Health care costs are increasingly squeezing American workers, especially those in Georgia and the South, a new report released Thursday finds.
Nationally, workers’ out-of-pocket costs for premium contributions and deductibles in 2013 accounted for a higher percentage of median family income in all states compared to 2003.
According to the report from the Commonwealth Fund, this higher burden for workers comes despite a slowdown in health insurance premium growth in most states, including Georgia, since 2010.
In Southern states, where incomes are below the national average, worker costs for premiums and deductibles are especially high compared with median income, the report found.
Combined costs for premiums and deductibles ranged from 6 percent to 7 percent of median household income in the District of Columbia, Hawaii and North Dakota, to 12 percent or more in Texas and Florida. The average was 9.6 percent.
Those worker costs were 10.8 percent in Georgia in 2013, up from 5.5 percent a decade earlier.
“Incomes haven’t grown as much as health care costs, so we’re all feeling it,” said Bill Custer of Georgia State University, when he was asked to comment on the report by GHN. full story
The federal government is cutting payments to 29 Georgia hospitals for high levels of infections and patient injuries in the facilities.
The new Medicare crackdown on hospital-acquired infections and preventable injuries is similar to the existing federal penalties on excessive readmissions of patients within 30 days after discharge.
Overall, 721 U.S. hospitals are getting the new penalties, which means they will have their Medicare payments lowered by 1 percent.
WellStar Kennestone in Marietta
The Georgia hospitals being penalized include some of the largest and best known in the state.
In the metro Atlanta area, Emory University Hospital, Grady Memorial, WellStar Kennestone, Piedmont Hospital and Atlanta Medical Center are among those receiving cuts. full story
Outwardly, Kerry Tucker of Atlanta looks perfectly healthy.
But for the past 25 years, Tucker has battled constant stiffness and pain from psoriatic arthritis.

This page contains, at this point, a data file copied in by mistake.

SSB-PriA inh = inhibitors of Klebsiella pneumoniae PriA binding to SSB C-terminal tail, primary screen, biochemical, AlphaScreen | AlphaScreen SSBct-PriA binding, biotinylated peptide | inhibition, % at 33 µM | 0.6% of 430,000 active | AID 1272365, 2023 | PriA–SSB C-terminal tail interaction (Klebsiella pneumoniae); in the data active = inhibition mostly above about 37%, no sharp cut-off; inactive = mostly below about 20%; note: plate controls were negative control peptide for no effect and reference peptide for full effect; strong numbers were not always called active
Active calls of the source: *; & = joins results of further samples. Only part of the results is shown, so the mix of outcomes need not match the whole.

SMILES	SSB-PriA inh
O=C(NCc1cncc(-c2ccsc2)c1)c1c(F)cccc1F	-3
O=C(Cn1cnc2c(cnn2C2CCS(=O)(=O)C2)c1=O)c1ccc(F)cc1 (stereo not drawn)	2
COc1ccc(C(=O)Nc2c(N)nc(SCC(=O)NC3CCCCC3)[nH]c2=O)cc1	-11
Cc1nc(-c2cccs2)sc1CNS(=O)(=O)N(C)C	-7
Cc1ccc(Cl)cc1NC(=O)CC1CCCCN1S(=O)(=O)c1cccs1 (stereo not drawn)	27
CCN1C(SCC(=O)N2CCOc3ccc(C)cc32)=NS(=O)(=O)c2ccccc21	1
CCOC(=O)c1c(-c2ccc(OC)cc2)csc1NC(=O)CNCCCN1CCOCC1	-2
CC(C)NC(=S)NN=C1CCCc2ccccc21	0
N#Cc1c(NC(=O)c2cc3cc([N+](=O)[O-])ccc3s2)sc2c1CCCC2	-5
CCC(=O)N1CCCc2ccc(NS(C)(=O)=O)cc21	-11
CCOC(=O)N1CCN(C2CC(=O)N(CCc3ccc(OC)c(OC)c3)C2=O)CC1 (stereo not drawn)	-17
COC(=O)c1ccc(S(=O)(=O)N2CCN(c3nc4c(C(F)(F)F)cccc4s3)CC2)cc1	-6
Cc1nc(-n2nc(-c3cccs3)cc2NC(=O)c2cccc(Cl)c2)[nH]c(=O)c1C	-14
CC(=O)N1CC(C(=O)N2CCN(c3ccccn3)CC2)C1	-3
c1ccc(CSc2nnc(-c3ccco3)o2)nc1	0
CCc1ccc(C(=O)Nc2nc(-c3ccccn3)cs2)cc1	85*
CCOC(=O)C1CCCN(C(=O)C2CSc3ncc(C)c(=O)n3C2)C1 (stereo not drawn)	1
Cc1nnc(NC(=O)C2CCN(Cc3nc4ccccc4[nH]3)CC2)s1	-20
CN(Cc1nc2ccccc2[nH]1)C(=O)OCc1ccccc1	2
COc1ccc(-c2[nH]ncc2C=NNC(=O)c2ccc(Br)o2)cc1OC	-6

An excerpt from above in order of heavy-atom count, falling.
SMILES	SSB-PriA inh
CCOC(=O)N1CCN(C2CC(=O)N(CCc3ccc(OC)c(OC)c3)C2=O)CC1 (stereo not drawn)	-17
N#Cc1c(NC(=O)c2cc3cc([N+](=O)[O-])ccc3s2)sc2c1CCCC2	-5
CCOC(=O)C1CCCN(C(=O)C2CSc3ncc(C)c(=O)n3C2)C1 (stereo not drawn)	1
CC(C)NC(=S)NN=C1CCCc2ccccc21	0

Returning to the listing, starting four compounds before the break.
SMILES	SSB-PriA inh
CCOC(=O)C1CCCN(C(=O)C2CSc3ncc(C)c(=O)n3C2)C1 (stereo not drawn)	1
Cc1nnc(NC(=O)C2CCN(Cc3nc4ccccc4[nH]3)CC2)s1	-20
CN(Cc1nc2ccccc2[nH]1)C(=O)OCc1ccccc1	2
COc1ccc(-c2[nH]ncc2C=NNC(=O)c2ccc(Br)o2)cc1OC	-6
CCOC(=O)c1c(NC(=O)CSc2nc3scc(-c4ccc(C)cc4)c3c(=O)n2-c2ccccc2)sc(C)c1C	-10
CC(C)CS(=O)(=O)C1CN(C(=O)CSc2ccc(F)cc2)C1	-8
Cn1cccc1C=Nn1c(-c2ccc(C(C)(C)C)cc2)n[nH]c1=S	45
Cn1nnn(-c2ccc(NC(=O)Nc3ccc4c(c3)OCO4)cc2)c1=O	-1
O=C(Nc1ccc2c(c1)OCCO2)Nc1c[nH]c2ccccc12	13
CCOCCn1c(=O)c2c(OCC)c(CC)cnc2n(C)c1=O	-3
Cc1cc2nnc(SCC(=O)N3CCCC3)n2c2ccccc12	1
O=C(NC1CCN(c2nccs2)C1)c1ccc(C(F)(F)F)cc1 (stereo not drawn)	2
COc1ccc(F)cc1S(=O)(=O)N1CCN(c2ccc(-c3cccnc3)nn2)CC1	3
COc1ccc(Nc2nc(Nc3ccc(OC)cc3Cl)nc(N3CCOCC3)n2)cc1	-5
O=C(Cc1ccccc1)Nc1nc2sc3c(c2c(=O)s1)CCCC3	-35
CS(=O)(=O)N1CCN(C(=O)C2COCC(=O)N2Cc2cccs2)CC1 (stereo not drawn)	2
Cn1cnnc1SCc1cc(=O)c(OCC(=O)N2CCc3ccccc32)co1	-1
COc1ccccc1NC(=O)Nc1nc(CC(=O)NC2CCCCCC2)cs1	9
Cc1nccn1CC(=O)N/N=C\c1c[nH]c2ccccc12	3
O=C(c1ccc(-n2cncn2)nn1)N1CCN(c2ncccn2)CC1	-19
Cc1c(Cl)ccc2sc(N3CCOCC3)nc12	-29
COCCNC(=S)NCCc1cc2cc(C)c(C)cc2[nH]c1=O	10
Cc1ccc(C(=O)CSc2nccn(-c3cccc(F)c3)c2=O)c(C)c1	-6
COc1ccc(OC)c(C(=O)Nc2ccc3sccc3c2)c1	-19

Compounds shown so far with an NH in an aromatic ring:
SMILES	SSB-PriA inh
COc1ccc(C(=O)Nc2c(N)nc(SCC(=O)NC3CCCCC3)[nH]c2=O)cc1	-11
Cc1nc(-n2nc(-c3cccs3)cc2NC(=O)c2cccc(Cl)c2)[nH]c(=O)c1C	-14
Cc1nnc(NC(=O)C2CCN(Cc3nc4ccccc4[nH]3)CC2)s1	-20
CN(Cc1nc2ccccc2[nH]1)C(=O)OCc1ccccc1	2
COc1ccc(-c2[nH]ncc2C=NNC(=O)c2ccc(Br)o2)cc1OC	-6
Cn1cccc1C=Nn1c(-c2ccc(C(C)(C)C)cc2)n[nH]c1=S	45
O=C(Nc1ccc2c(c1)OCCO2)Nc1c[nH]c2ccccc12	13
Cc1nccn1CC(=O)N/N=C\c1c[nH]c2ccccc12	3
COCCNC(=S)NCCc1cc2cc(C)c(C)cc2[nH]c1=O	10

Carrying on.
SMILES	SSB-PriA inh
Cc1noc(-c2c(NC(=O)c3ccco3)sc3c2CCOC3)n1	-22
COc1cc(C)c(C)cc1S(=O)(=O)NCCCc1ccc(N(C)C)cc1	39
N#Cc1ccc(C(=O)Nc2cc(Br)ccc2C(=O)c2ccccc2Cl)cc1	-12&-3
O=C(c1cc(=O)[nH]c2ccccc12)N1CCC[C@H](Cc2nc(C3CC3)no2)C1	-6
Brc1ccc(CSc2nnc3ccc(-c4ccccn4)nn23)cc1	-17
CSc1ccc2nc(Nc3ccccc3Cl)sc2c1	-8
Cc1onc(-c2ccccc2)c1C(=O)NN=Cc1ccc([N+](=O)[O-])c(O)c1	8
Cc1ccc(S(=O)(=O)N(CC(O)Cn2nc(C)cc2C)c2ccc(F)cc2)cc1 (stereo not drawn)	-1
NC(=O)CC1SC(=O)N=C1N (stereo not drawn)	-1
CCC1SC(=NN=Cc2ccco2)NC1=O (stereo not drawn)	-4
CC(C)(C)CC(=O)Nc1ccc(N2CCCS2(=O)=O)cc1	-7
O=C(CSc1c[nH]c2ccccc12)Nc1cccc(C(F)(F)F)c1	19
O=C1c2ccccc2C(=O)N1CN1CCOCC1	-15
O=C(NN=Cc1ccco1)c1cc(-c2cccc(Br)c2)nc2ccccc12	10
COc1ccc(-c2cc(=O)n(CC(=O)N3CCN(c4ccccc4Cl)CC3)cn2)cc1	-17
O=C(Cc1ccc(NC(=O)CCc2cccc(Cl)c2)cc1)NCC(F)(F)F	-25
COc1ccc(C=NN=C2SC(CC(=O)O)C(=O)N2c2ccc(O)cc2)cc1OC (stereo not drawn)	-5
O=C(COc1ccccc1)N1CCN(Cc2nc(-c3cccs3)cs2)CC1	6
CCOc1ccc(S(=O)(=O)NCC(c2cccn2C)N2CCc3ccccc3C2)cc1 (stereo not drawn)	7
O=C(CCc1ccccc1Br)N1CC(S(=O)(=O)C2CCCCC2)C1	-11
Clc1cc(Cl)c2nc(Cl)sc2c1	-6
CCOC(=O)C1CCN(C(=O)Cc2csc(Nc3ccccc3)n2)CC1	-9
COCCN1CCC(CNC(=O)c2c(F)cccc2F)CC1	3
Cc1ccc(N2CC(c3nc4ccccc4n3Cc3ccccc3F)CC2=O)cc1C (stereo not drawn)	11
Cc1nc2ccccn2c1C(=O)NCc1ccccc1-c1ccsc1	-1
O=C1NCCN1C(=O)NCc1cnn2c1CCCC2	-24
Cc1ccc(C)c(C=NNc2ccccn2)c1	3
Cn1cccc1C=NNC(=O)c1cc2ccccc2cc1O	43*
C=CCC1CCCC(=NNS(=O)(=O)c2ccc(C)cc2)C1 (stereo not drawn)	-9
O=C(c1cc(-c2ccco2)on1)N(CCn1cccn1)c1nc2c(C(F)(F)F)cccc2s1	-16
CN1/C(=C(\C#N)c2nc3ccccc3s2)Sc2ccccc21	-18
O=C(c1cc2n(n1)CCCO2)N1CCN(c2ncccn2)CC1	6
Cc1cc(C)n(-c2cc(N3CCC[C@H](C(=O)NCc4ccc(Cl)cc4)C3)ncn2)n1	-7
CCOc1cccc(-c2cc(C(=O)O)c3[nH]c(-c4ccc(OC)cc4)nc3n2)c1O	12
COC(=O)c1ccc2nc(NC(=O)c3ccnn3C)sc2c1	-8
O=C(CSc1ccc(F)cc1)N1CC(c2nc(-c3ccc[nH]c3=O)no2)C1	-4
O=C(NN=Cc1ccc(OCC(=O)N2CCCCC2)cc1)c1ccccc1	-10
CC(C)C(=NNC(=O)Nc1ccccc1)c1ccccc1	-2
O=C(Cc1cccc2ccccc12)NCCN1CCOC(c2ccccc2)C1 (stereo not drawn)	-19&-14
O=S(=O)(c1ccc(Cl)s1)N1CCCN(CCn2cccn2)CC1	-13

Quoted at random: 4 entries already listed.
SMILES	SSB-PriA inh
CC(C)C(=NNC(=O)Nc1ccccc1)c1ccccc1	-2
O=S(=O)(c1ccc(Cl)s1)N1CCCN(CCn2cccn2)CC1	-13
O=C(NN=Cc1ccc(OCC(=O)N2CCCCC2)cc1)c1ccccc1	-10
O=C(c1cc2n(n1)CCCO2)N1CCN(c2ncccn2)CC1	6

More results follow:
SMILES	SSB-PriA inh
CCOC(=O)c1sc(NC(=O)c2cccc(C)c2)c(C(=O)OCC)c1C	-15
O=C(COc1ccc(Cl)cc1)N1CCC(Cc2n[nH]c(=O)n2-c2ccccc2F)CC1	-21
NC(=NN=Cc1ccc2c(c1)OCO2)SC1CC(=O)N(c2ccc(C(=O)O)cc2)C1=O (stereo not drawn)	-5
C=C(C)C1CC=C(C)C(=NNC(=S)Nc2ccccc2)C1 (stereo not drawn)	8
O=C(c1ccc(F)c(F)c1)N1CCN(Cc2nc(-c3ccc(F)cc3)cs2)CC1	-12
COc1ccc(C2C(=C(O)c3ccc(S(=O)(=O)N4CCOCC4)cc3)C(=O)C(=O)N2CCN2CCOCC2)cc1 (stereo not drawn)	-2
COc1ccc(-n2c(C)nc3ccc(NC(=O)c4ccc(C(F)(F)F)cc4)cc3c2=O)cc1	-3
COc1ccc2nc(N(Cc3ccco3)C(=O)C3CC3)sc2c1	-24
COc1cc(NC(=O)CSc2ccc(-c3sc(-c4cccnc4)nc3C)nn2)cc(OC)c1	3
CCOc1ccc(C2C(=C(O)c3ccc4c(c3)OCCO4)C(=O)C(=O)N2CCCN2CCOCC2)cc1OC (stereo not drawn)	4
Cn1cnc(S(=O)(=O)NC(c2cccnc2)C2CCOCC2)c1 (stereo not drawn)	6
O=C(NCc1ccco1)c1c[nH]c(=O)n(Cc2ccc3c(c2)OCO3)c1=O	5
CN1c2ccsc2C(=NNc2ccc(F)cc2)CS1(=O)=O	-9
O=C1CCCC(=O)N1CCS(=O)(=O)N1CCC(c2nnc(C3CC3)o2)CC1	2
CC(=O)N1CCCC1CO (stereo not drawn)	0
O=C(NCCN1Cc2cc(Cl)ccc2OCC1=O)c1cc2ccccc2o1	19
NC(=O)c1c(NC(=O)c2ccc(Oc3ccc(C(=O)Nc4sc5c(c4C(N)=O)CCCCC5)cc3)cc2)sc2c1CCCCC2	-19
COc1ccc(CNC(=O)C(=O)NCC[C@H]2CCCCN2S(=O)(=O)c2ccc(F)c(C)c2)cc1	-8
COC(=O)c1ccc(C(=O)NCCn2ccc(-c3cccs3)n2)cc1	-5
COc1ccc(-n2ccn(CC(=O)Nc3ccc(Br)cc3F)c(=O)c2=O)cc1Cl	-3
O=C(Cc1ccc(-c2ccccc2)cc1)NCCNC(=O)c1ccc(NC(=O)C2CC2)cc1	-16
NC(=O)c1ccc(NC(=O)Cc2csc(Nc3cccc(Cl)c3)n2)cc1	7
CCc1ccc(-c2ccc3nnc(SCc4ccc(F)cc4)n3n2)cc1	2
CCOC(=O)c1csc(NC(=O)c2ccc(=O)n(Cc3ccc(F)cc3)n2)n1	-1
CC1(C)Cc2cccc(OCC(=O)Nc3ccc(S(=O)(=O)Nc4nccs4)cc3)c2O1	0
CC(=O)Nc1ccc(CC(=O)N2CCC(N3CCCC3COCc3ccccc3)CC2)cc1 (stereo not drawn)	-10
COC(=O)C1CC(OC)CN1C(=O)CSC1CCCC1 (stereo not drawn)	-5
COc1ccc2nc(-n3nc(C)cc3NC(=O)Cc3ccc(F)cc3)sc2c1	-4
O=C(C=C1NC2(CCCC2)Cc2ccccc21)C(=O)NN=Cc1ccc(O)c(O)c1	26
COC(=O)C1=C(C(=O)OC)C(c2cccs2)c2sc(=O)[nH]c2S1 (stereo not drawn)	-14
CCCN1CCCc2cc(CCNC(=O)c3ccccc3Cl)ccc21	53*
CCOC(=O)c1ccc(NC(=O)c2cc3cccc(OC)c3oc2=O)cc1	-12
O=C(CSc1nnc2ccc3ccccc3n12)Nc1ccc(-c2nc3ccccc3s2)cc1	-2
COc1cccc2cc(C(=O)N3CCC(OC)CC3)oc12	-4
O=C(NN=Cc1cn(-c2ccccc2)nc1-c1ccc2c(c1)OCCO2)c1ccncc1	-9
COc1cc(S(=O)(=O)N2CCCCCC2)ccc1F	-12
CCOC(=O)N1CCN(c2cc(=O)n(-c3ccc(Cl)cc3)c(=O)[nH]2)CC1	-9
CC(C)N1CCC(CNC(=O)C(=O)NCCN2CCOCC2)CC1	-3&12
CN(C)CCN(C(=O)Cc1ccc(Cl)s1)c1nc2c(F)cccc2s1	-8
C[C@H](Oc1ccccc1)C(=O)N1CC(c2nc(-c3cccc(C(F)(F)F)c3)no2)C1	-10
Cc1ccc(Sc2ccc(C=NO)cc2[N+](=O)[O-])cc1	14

“Mornings are the toughest,’’ Tucker said at an Atlanta arthritis conference last week. Then there are the flare-ups that leave her in bed for days.
She’s among patients taking a breakthrough “biologic” drug – medications that have made a major difference in their ability to handle arthritis symptoms.
Yet these specially engineered drugs have a hefty price tag for insurers, employers and patients. That cost has consumer advocates alarmed about the potential financial impact on families.
Roughly one in four Georgians are estimated to have a form of doctor-diagnosed arthritis, according to the Atlanta-based Arthritis Foundation. More than 800,000 of them are “limited’’ by the condition, the CDC says.
Thousands of Georgia children have a form of juvenile arthritis. full story
The Affordable Care Act exchange, which begins its second open enrollment period this Saturday, will offer many Georgians lower prices this time around.
Bill Custer, a health insurance expert at Georgia State University, said Thursday that the average premium statewide for a 40-year-old nonsmoker for the second-lowest “silver” plan will rise by 2 percent from the 2014 figure.
But in some Georgia regions, the premium for that plan will drop by double-digit rates, he said.
Still, people looking for a second year of coverage in the exchange – or to get a policy for the first time – need to pay attention to many factors besides premiums. Deductibles, co-insurance, prescription drug coverage, and whether specific hospitals and physicians are in a network are among the major considerations.
One thing is almost certain: Healthcare.gov, the federal enrollment website, will work more smoothly during this enrollment period. Last year, the site was plagued with massive technical problems – so much so the federal government extended the open enrollment window. full story
My recent sinus infection came on suddenly and painfully. After diagnosing it, my physician e-prescribed me an antibiotic.
This is tricky territory for me. I’m sensitive to some antibiotics. Years ago, I took a couple of varieties to treat similar infections, and wound up with oral thrush in one case and C. difficile in another. Both were 100 times worse than the original ailment.
My physician knew this history. He prescribed a two-week supply of doxycyline hyclate, a dependable antibiotic that he felt I could tolerate well, partly because I had handled it well in the past.
So I headed to my pharmacy to pick up the “doxy.”
“It’s one seventeen,’’ said the clerk, in an oddly sheepish way.
I pulled a dollar from my wallet and extracted some change from my pants pocket.
She looked at the money and said, “No. It’s a hundred and seventeen dollars.’’
“Whoa,’’ I said. “$117?” full story